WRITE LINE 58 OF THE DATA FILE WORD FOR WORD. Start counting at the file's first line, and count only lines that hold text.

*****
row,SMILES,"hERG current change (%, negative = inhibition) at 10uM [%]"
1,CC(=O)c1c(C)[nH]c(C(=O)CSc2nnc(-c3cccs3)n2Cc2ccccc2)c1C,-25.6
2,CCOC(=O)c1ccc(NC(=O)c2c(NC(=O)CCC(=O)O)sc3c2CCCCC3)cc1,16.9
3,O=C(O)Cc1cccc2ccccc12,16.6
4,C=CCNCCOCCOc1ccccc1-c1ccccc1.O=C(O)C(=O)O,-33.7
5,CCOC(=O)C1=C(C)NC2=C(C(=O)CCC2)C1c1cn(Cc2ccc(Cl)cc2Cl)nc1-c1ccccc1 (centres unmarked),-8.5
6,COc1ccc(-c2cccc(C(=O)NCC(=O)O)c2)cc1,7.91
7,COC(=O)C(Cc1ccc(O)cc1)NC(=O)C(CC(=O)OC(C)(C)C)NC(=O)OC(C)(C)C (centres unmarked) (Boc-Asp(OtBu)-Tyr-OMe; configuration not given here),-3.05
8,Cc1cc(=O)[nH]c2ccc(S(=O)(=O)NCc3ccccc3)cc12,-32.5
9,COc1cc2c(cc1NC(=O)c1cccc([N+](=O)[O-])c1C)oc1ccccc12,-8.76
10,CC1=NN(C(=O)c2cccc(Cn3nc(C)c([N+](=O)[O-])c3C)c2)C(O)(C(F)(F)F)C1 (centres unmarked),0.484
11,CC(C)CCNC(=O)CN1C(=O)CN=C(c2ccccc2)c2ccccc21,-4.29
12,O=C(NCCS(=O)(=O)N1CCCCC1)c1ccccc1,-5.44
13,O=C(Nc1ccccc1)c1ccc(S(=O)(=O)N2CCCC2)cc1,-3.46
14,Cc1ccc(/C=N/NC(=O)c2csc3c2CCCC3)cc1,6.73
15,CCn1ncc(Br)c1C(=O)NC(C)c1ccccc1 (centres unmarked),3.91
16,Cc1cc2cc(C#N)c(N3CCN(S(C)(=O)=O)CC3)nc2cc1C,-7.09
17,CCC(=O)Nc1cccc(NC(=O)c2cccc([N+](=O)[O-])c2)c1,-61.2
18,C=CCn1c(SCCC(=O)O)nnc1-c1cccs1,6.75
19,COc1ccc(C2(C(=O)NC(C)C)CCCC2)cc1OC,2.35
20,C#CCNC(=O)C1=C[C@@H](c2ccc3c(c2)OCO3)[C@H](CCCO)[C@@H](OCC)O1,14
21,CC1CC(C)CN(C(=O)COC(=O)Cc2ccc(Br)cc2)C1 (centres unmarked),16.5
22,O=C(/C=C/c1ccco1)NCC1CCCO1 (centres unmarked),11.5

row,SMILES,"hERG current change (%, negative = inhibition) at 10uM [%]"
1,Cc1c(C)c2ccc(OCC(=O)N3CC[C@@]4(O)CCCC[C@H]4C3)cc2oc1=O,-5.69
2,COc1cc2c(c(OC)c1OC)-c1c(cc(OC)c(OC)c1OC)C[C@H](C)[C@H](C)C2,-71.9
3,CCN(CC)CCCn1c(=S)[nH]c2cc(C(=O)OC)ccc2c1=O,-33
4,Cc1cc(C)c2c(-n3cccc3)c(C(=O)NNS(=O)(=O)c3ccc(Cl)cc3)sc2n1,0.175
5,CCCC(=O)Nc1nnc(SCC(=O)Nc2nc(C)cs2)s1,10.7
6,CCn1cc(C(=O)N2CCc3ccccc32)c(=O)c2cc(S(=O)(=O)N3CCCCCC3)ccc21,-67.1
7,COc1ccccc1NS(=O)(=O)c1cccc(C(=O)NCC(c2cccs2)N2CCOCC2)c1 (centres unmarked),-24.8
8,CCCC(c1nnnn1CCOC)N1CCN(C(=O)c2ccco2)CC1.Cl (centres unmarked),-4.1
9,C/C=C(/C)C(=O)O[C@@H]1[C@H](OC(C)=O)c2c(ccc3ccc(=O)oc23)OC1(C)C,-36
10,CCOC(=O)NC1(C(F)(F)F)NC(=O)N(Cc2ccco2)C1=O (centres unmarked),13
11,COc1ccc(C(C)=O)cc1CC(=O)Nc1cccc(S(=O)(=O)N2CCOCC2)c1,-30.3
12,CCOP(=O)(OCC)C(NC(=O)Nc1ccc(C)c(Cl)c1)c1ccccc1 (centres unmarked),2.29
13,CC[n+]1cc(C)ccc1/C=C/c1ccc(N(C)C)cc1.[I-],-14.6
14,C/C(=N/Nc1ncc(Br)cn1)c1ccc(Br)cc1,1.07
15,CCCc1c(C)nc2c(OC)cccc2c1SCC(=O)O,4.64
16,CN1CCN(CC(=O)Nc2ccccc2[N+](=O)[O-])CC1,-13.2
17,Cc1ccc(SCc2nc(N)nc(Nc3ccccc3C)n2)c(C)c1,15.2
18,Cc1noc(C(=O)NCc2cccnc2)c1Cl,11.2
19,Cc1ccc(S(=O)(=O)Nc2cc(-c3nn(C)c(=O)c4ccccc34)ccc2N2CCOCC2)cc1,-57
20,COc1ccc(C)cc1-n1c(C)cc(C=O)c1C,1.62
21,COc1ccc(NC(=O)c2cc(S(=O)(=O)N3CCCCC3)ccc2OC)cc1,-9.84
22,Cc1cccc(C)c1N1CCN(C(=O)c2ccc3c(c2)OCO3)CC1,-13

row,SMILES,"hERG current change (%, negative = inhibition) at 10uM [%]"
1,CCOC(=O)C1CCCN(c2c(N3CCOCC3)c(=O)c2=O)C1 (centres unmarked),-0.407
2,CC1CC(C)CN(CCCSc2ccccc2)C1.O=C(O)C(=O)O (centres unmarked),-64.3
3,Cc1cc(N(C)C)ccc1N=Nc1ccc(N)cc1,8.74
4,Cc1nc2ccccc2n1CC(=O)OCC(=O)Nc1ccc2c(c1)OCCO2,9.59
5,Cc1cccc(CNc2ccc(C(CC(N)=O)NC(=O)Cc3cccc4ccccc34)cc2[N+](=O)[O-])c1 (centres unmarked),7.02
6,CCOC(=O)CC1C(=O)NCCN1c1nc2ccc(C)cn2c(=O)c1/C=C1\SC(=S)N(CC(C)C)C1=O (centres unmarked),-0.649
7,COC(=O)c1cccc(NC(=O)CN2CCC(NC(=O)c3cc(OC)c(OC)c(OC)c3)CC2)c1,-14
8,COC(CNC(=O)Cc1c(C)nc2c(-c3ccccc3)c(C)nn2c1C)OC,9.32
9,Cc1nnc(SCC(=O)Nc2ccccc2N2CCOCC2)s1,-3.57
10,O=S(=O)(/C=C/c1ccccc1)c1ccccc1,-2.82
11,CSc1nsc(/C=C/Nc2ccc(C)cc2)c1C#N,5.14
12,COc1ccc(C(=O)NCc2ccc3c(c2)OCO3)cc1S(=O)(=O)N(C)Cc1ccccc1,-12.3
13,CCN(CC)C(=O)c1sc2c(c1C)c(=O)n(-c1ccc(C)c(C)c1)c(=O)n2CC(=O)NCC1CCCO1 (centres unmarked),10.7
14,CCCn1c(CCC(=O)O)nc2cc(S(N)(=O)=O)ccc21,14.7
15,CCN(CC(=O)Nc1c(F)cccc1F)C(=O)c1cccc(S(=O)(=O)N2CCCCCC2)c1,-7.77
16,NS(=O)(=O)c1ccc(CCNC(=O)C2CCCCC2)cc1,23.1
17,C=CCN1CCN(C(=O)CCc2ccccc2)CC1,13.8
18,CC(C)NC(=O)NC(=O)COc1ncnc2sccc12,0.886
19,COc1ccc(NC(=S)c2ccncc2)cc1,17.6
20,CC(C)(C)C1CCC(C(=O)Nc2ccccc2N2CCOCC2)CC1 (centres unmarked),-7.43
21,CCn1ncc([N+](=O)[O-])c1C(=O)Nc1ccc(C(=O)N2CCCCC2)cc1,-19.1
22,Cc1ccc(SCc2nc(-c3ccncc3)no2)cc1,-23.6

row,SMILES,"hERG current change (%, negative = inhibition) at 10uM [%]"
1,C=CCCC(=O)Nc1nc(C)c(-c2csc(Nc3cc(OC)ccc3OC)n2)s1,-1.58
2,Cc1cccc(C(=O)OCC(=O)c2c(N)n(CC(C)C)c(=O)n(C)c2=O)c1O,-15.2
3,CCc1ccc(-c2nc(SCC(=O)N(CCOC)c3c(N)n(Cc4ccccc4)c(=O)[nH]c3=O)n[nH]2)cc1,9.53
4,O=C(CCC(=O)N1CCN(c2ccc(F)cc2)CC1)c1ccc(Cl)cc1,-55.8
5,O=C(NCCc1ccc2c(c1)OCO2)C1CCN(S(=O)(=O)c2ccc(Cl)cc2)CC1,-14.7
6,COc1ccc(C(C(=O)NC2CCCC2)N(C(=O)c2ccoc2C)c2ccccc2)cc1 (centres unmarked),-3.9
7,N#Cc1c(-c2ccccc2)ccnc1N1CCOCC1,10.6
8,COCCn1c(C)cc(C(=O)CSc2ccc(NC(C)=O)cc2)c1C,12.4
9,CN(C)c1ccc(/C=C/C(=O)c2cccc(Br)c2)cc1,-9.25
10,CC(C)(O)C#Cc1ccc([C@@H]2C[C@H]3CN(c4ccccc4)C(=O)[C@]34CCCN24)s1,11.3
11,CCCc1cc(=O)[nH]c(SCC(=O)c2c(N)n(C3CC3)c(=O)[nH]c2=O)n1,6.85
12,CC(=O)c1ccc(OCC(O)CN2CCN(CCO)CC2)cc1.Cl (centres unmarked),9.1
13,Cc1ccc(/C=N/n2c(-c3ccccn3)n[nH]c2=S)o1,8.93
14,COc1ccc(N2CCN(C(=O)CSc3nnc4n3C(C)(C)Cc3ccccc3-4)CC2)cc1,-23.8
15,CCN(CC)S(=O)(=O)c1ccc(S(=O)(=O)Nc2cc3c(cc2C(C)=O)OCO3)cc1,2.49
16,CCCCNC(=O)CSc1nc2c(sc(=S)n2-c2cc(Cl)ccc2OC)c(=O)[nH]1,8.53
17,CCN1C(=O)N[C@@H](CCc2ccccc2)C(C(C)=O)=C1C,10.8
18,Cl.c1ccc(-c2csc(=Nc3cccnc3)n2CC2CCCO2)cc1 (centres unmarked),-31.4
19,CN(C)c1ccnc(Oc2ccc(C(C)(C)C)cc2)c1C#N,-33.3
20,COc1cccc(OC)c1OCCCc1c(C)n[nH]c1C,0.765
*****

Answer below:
11,CSc1nsc(/C=C/Nc2ccc(C)cc2)c1C#N,5.14